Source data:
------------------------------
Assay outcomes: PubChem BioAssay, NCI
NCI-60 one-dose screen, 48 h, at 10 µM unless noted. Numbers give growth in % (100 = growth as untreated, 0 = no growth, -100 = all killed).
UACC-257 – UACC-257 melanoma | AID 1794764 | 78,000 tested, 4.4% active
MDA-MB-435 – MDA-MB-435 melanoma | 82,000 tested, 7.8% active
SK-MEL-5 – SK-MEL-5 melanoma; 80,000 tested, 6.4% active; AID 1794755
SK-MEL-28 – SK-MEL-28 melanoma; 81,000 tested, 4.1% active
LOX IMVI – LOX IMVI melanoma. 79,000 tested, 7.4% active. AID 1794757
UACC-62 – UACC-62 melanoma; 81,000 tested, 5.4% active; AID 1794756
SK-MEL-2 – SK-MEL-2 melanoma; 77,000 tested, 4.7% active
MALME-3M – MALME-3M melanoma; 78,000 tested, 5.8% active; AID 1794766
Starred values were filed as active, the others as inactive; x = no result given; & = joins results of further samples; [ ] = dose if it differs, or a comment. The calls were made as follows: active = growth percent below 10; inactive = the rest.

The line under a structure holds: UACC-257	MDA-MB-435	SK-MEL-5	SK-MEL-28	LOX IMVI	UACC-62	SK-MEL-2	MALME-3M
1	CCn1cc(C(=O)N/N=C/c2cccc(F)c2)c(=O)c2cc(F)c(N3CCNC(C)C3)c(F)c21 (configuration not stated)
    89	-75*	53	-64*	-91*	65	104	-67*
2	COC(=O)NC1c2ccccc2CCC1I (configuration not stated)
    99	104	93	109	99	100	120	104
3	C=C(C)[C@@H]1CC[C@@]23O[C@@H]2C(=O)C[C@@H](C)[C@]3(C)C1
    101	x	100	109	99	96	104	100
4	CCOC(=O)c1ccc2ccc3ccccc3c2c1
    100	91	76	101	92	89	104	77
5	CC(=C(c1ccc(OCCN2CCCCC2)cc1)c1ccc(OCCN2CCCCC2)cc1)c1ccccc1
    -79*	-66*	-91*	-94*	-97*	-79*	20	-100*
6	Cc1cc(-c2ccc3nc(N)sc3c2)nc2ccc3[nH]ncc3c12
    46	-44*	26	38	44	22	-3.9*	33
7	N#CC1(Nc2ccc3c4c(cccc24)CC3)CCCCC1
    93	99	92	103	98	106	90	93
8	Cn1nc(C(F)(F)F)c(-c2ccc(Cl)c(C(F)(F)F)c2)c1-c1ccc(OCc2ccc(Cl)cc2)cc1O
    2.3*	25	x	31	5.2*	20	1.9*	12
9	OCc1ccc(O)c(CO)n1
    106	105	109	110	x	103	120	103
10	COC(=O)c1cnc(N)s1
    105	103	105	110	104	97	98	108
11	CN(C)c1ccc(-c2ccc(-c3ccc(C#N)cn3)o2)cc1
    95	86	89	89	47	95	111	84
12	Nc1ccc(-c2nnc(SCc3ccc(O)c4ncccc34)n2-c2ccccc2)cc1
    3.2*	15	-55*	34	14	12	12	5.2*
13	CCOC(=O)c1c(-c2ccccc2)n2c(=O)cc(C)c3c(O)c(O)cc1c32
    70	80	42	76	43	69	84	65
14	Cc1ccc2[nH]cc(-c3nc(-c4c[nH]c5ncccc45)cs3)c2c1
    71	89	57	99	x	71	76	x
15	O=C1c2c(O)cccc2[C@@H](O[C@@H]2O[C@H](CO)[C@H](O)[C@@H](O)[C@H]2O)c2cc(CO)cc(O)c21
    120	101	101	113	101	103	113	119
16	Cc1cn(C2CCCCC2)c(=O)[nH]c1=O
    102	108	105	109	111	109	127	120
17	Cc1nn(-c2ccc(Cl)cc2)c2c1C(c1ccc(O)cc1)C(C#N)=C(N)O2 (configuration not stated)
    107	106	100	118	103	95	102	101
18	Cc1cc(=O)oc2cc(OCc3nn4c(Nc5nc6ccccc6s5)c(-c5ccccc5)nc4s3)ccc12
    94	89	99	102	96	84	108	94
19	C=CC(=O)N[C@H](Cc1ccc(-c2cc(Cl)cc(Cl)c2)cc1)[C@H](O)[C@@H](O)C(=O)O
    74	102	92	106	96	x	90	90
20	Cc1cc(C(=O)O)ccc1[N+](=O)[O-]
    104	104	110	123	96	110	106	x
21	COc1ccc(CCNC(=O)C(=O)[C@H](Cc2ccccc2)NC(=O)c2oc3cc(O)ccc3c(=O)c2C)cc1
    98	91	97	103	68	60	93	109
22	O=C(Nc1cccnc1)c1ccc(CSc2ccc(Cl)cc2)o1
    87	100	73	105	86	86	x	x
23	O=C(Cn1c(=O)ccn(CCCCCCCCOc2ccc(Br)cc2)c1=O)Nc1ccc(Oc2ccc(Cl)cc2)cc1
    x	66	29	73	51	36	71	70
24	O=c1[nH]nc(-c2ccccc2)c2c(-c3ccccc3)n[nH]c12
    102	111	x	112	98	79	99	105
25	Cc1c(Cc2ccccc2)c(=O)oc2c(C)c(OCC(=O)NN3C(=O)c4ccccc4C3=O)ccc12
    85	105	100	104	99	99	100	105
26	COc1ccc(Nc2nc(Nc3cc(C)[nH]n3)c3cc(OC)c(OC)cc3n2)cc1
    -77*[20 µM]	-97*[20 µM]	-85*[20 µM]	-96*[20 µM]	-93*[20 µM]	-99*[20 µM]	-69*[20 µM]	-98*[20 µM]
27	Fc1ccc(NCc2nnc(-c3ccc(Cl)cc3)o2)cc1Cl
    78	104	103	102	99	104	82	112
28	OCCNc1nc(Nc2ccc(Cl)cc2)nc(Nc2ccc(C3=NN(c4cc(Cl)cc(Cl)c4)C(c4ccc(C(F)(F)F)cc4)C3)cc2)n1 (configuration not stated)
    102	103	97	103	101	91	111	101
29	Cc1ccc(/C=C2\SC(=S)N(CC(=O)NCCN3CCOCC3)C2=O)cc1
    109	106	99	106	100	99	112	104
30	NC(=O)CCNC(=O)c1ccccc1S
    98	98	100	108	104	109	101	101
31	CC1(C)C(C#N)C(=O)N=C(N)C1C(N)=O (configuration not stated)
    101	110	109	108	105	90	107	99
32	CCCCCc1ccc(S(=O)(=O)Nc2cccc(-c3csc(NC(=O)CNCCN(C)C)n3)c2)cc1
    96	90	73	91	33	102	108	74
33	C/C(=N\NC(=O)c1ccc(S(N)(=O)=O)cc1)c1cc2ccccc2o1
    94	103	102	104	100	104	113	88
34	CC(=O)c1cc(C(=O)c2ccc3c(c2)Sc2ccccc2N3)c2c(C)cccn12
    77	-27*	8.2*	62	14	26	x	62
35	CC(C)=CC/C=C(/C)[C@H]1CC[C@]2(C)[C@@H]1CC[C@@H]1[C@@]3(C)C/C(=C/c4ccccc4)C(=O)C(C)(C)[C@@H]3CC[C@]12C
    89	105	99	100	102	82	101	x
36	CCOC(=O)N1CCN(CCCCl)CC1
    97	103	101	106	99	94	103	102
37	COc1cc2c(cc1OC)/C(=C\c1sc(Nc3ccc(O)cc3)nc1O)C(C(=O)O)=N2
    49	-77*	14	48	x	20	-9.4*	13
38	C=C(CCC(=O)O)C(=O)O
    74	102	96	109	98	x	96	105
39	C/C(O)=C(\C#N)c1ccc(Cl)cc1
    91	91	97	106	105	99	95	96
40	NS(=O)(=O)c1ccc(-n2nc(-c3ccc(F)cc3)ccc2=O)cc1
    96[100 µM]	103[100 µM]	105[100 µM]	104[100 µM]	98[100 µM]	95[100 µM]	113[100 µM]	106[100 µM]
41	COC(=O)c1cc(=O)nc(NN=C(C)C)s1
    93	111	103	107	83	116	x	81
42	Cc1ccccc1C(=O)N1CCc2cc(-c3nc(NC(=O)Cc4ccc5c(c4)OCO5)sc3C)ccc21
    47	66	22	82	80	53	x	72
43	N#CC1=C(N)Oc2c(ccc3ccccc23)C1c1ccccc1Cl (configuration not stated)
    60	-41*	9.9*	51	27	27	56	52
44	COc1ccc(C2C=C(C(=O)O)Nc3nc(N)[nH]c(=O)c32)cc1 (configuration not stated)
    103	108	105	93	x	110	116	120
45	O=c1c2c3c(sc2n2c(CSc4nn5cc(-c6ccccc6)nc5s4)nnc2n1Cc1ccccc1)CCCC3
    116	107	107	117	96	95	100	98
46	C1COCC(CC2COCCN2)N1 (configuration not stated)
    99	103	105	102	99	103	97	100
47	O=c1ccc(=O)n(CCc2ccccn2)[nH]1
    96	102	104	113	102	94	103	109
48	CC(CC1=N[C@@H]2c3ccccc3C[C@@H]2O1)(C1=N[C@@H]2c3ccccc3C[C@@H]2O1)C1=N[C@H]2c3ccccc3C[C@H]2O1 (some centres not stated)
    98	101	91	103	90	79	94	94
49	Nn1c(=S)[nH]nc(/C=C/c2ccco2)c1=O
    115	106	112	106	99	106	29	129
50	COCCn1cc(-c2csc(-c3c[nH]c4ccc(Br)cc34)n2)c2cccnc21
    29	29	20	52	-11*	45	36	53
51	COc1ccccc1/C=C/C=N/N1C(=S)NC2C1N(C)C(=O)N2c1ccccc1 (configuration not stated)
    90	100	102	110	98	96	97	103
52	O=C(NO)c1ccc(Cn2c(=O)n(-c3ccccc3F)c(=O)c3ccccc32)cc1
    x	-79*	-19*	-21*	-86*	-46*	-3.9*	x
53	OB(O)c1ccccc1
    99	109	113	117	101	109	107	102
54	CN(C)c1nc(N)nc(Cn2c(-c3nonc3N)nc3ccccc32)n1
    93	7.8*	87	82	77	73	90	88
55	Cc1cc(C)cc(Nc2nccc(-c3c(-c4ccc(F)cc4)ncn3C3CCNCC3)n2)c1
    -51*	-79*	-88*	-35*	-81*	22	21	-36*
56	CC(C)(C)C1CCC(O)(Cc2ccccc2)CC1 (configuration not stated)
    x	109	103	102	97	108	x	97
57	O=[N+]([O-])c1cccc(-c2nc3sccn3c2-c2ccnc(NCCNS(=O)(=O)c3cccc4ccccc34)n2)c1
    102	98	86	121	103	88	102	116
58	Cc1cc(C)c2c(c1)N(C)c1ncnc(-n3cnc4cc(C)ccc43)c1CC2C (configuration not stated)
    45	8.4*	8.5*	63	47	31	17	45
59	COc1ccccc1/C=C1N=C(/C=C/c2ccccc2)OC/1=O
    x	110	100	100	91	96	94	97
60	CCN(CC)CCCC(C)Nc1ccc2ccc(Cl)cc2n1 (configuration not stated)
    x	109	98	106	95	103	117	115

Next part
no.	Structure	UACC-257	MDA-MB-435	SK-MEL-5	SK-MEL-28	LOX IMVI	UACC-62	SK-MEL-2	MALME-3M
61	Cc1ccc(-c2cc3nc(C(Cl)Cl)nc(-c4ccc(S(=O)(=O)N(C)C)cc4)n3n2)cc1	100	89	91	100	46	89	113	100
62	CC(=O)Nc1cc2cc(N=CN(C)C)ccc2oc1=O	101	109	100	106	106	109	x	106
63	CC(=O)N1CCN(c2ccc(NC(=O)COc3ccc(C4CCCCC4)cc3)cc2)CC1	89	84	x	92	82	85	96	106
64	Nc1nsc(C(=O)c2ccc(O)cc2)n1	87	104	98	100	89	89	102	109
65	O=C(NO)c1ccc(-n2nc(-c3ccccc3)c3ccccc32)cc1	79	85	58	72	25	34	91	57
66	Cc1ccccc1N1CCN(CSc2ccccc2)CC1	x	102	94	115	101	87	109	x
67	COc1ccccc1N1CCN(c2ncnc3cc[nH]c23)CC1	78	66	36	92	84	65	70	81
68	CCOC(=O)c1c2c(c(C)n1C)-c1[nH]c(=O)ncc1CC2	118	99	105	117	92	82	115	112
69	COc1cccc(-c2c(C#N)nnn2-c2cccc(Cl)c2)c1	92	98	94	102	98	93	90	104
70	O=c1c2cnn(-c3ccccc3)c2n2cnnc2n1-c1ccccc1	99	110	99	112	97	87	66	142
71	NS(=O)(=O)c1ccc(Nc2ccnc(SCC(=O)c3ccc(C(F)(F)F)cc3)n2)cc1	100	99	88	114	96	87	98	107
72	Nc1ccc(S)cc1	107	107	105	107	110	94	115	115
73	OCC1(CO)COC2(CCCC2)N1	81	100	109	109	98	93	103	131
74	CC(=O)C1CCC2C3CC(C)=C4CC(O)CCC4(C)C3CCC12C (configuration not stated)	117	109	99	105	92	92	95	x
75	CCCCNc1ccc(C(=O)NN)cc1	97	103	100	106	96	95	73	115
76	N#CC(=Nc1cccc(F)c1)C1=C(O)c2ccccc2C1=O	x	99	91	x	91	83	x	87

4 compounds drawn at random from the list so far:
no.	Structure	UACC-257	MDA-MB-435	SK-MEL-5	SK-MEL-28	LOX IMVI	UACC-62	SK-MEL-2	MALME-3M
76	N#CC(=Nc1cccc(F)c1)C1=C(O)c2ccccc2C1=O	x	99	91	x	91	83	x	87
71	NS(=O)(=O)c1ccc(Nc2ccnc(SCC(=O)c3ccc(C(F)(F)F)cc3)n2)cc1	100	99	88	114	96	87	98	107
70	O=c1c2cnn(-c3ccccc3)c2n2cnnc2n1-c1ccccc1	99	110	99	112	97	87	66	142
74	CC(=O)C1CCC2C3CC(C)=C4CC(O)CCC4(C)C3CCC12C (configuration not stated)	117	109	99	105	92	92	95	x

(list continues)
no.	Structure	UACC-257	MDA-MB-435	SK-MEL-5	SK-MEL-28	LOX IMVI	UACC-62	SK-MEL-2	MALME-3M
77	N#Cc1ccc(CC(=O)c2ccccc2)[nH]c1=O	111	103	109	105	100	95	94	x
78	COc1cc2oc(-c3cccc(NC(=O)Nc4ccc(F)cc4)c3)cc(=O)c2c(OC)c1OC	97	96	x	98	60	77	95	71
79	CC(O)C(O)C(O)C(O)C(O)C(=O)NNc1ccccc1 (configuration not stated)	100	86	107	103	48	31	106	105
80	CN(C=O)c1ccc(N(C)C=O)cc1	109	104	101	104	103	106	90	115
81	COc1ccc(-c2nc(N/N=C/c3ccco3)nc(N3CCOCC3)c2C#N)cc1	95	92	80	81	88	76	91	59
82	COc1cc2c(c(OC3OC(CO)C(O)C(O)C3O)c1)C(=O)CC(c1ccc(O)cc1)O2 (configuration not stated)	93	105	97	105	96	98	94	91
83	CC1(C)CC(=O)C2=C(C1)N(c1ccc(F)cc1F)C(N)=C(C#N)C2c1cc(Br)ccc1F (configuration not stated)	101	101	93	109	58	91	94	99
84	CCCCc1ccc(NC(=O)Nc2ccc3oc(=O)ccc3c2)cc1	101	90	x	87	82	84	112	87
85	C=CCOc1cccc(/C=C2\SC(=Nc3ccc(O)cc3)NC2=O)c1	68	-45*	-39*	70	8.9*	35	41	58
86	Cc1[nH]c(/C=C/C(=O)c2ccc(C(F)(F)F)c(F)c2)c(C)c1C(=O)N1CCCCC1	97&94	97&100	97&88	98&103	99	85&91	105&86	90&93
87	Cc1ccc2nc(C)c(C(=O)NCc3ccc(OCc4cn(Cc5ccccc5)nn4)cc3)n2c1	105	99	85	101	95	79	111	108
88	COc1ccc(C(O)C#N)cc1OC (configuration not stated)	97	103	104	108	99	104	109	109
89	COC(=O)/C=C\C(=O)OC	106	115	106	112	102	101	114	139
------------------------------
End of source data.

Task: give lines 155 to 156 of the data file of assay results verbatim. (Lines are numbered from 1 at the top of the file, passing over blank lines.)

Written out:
70	O=c1c2cnn(-c3ccccc3)c2n2cnnc2n1-c1ccccc1	99	110	99	112	97	87	66	142
74	CC(=O)C1CCC2C3CC(C)=C4CC(O)CCC4(C)C3CCC12C (configuration not stated)	117	109	99	105	92	92	95	x